Jon Hopkins - Singularity
Musically 2013 could not feel further away, however that was the last time we heard new music from Mercury Prize winner Jon Hopkins. His album Immunity was released and took acid house to a totally new level. ON this new record however Hopkins pushes things even further, not only creating the music but the atmosphere around it as well. Singularity is a record to be reckoned with, it is here to take you on a journey through a very specific world that Hopkins has created. The beating soul of it all however is dance, putting a beat on the floor that you can move to always trumps everything. Songs like "Emerald Rush" give us this glitchy affected sound with this truly beautiful floating soundscape humming in the background. When we think about acid house we often go straight to the extreme almost towards happy hardcore levels, but what Hopkins is showing us is that there is more to it, and even something as overtly aggressive as acid house can have a subtlety and grace all it's own. You are really finding this more in electronic music these days where EDM just built to these massive drops to create drama more producers are turning to house now allowing a song to expand and grown without being an all out sensory barrage. I almost imagine EDM as going over a cliff while house is more like a large valley, always expanding further and further until all the space is consumed. This album gives you that in spades constantly shifting and changing within songs to give them new and dynamic structures.
The song lengths and run time can look somewhat daunting, but once you dig in all that seems to fade away and you end up lost in all that Singularity has to offer. From the choral singing on "Feel First Life" to the tropical notes of "C O S M" this album feels like it can go anywhere while still keeping that unifying force throughout. The one thing you'll notice however is just how singular of an experience this album is; what I mean is I would be hard pressed to find a setting where this could be enjoyed with a group. It takes too long to unfold and forcing people to listen to three minutes of swirling synths with one kick drum just to get to something special at the end of the road is tough. This is music for you and your headphones on a long walk, not for thumping away in a club all night long. That being said I'm sure the live experience with Hopkins would be fucking insane, just on a different kind of level. The one time the album falters is on "Echo Dissolve" which is a fine piano track, but sort of looses the spirit of the record and feels like an odd bump in the road. Singularity as a whole however is a splendid record full of surprise and mystery. It is not often you get electronic music without words that can be this evocative but Jon Hopkins has done it. So sit back, thow the headphones on and dissolve into Jon Hopkins' world, you may never come back.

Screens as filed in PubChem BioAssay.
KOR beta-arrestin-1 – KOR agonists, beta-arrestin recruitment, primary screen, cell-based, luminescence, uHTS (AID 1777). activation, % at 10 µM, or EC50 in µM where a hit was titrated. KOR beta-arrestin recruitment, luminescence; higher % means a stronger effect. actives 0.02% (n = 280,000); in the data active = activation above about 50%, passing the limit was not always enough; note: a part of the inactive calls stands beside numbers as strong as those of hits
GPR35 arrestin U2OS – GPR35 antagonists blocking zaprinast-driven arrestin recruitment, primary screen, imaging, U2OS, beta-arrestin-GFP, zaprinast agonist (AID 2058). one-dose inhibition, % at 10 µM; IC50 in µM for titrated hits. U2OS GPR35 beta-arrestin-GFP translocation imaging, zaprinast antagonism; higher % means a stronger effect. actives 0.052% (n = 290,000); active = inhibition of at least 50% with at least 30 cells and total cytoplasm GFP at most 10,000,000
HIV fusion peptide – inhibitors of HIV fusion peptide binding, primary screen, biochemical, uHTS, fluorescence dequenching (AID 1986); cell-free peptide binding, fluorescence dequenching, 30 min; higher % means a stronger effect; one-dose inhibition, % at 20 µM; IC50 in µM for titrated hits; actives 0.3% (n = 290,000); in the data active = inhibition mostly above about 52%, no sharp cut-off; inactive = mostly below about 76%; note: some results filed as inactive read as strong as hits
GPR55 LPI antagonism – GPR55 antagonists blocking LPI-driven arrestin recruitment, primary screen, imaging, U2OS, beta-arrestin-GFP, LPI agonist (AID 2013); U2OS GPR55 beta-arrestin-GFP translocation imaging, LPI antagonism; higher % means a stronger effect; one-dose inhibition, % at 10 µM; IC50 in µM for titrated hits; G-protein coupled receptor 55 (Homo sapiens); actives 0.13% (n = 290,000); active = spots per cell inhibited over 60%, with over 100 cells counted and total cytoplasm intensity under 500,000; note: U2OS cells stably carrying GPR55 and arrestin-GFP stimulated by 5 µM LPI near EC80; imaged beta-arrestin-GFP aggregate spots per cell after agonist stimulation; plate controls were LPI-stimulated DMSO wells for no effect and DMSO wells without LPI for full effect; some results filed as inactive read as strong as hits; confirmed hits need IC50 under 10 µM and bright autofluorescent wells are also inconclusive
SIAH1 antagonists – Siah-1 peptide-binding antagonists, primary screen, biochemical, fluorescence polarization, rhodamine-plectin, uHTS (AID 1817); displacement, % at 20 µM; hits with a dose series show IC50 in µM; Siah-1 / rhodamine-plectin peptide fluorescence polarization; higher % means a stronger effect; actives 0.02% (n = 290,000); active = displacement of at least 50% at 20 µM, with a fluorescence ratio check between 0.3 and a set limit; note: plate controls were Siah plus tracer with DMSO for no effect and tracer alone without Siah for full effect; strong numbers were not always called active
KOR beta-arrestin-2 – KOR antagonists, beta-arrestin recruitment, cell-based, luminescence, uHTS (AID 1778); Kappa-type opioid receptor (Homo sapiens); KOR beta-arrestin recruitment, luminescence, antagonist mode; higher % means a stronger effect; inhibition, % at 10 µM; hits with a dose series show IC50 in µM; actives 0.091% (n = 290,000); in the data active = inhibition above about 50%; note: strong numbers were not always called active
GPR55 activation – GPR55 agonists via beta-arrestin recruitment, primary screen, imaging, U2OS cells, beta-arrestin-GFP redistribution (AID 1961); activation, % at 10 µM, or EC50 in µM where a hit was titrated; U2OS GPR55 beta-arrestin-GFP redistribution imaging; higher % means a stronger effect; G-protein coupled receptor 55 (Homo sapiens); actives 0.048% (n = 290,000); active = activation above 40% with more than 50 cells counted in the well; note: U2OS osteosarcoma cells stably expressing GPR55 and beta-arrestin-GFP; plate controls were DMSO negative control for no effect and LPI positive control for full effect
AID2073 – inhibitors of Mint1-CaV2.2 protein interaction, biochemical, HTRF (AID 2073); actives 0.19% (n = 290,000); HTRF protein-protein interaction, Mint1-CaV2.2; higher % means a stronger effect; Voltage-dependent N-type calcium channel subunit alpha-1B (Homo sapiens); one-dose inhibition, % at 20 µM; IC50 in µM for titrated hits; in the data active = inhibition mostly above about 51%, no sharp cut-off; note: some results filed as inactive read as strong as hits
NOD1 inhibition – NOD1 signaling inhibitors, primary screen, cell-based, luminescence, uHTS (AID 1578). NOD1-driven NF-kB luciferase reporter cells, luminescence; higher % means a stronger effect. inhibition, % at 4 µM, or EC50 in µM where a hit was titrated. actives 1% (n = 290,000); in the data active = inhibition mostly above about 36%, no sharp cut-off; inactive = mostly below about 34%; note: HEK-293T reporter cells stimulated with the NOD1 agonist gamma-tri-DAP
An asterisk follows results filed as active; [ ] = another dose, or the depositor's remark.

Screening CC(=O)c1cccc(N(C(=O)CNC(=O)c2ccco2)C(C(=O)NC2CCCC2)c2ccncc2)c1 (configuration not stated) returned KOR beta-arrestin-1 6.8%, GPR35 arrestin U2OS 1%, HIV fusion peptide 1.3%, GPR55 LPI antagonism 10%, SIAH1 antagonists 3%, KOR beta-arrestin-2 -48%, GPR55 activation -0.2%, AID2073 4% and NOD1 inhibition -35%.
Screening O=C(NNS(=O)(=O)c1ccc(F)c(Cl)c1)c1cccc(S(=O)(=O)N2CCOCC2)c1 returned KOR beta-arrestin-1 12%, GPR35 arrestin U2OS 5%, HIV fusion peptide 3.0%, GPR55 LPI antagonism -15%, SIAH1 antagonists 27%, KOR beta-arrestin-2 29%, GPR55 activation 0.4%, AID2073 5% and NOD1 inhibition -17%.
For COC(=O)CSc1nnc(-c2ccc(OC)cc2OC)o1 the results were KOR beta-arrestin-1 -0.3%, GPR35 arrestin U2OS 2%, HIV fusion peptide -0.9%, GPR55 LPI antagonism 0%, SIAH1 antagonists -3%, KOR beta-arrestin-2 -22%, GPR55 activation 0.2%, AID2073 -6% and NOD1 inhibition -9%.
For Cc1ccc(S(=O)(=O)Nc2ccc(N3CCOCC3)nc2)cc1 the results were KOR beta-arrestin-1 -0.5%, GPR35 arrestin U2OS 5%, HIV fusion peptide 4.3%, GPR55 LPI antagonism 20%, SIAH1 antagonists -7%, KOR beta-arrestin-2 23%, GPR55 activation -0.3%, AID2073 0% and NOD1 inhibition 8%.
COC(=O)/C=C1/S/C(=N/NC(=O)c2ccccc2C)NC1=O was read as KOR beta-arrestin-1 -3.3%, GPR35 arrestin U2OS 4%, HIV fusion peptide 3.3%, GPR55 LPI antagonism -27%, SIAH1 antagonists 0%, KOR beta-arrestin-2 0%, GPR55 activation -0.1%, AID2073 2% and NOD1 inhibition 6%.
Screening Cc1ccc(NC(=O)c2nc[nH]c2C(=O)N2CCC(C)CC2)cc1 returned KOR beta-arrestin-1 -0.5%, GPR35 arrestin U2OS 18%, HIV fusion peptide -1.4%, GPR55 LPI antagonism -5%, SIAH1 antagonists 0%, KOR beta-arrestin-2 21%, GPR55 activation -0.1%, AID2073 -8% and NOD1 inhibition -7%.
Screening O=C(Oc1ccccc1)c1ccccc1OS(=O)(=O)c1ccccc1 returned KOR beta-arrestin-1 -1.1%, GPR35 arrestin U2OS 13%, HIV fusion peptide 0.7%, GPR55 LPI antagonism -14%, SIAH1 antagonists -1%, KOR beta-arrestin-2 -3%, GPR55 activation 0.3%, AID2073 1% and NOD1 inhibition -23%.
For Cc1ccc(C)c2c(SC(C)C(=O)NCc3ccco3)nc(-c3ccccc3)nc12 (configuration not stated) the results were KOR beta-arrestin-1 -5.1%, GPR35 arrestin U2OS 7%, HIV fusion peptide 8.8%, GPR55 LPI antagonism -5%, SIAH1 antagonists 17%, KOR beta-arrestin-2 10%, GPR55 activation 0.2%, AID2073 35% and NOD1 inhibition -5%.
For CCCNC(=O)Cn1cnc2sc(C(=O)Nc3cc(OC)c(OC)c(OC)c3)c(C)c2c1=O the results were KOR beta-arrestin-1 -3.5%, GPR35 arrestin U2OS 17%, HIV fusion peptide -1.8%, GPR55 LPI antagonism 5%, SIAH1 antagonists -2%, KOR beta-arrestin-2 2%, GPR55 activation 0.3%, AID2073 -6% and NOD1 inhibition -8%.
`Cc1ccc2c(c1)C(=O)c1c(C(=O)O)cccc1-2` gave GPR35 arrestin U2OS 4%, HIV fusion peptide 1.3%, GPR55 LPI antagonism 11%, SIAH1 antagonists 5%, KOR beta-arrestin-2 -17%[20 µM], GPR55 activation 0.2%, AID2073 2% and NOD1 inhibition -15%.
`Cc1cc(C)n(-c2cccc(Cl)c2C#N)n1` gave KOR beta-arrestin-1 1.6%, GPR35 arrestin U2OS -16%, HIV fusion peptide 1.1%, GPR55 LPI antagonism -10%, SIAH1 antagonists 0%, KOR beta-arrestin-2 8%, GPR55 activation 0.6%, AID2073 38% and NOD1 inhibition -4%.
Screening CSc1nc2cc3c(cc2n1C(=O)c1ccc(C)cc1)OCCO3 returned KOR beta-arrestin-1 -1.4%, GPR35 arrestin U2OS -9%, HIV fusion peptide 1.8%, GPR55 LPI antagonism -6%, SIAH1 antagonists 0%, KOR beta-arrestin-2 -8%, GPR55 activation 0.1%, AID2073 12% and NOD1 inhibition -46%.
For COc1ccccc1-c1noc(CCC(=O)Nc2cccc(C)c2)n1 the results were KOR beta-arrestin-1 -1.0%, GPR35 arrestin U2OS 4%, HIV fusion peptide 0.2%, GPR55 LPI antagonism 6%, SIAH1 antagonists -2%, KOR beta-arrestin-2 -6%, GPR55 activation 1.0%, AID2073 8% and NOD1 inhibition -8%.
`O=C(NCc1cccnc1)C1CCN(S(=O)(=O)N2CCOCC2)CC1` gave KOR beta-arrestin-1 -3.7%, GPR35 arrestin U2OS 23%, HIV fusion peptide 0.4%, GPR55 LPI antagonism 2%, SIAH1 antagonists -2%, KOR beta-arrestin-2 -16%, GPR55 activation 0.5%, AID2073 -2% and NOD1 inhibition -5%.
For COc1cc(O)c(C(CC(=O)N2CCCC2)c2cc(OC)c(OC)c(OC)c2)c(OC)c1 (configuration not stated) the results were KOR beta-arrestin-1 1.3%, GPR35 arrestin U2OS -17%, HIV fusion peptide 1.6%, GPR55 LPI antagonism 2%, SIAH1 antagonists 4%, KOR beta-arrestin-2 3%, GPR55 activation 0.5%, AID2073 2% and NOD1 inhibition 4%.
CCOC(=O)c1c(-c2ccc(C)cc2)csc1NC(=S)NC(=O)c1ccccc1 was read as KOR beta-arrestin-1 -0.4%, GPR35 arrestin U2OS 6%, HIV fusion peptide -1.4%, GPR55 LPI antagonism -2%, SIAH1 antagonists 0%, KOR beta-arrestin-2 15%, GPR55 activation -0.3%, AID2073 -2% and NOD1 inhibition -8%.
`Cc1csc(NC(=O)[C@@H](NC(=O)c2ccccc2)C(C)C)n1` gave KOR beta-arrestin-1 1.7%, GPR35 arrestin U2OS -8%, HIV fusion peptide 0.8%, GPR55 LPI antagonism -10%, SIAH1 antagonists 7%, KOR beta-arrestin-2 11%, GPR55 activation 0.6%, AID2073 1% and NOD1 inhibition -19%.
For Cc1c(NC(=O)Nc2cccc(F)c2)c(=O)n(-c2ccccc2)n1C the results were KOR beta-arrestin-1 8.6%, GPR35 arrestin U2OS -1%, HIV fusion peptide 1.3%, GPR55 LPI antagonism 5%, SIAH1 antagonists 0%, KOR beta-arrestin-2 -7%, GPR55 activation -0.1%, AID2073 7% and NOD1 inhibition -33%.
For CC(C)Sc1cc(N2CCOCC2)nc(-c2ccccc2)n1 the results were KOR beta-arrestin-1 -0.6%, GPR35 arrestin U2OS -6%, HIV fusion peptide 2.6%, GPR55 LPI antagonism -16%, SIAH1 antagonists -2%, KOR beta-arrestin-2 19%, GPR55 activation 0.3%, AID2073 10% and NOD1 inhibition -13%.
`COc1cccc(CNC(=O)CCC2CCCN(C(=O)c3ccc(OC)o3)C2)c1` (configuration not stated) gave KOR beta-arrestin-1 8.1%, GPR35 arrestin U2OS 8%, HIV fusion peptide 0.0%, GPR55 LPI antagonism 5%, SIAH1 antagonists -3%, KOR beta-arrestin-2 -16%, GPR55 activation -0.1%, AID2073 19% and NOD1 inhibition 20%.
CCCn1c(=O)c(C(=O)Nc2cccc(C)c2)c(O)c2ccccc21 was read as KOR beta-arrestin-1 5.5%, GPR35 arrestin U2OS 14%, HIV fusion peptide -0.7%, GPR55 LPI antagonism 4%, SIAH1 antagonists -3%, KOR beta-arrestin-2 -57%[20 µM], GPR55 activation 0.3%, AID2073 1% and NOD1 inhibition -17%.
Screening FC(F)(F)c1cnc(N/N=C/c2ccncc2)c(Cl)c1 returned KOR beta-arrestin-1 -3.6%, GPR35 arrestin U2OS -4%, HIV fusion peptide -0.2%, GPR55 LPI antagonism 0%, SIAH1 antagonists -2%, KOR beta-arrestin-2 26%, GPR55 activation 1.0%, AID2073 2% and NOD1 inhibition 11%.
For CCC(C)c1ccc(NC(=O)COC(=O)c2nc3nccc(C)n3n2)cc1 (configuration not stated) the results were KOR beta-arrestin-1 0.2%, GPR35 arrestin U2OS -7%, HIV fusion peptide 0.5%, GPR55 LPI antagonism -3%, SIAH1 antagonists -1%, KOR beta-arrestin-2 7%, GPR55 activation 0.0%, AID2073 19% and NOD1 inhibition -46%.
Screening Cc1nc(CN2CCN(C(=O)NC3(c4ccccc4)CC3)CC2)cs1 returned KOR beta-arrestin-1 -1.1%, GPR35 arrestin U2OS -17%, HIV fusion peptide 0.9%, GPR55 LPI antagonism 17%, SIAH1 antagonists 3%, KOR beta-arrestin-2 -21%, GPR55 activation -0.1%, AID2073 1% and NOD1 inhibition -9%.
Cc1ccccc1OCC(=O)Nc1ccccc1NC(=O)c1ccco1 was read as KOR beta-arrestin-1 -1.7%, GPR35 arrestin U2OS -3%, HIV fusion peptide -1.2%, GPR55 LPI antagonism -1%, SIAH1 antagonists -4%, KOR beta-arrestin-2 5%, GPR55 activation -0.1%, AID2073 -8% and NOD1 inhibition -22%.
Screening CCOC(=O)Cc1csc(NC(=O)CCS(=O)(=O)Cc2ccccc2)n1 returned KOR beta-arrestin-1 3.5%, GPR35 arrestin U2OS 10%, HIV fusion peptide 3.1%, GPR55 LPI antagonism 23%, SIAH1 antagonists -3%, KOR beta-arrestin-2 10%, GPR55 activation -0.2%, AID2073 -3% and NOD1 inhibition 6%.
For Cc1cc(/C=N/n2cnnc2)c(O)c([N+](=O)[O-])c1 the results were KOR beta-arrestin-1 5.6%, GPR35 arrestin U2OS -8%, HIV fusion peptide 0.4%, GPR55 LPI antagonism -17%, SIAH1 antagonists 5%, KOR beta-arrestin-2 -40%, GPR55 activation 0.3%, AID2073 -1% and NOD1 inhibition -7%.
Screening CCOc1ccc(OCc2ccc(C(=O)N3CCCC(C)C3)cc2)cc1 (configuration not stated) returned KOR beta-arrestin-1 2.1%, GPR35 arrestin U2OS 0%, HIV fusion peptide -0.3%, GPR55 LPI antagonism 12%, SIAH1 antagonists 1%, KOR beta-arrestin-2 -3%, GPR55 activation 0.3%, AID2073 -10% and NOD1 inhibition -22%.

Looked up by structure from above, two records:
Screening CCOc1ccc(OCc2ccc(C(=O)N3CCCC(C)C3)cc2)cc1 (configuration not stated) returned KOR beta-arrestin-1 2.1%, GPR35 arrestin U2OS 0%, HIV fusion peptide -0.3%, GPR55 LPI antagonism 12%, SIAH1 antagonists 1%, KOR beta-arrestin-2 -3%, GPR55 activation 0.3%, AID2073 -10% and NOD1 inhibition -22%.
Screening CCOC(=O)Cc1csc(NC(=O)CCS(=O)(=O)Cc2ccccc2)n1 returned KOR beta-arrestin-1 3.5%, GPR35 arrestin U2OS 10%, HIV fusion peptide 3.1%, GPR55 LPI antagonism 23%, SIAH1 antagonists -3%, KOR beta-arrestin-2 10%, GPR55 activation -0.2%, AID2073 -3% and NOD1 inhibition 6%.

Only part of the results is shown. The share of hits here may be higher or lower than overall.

8.9 out of 10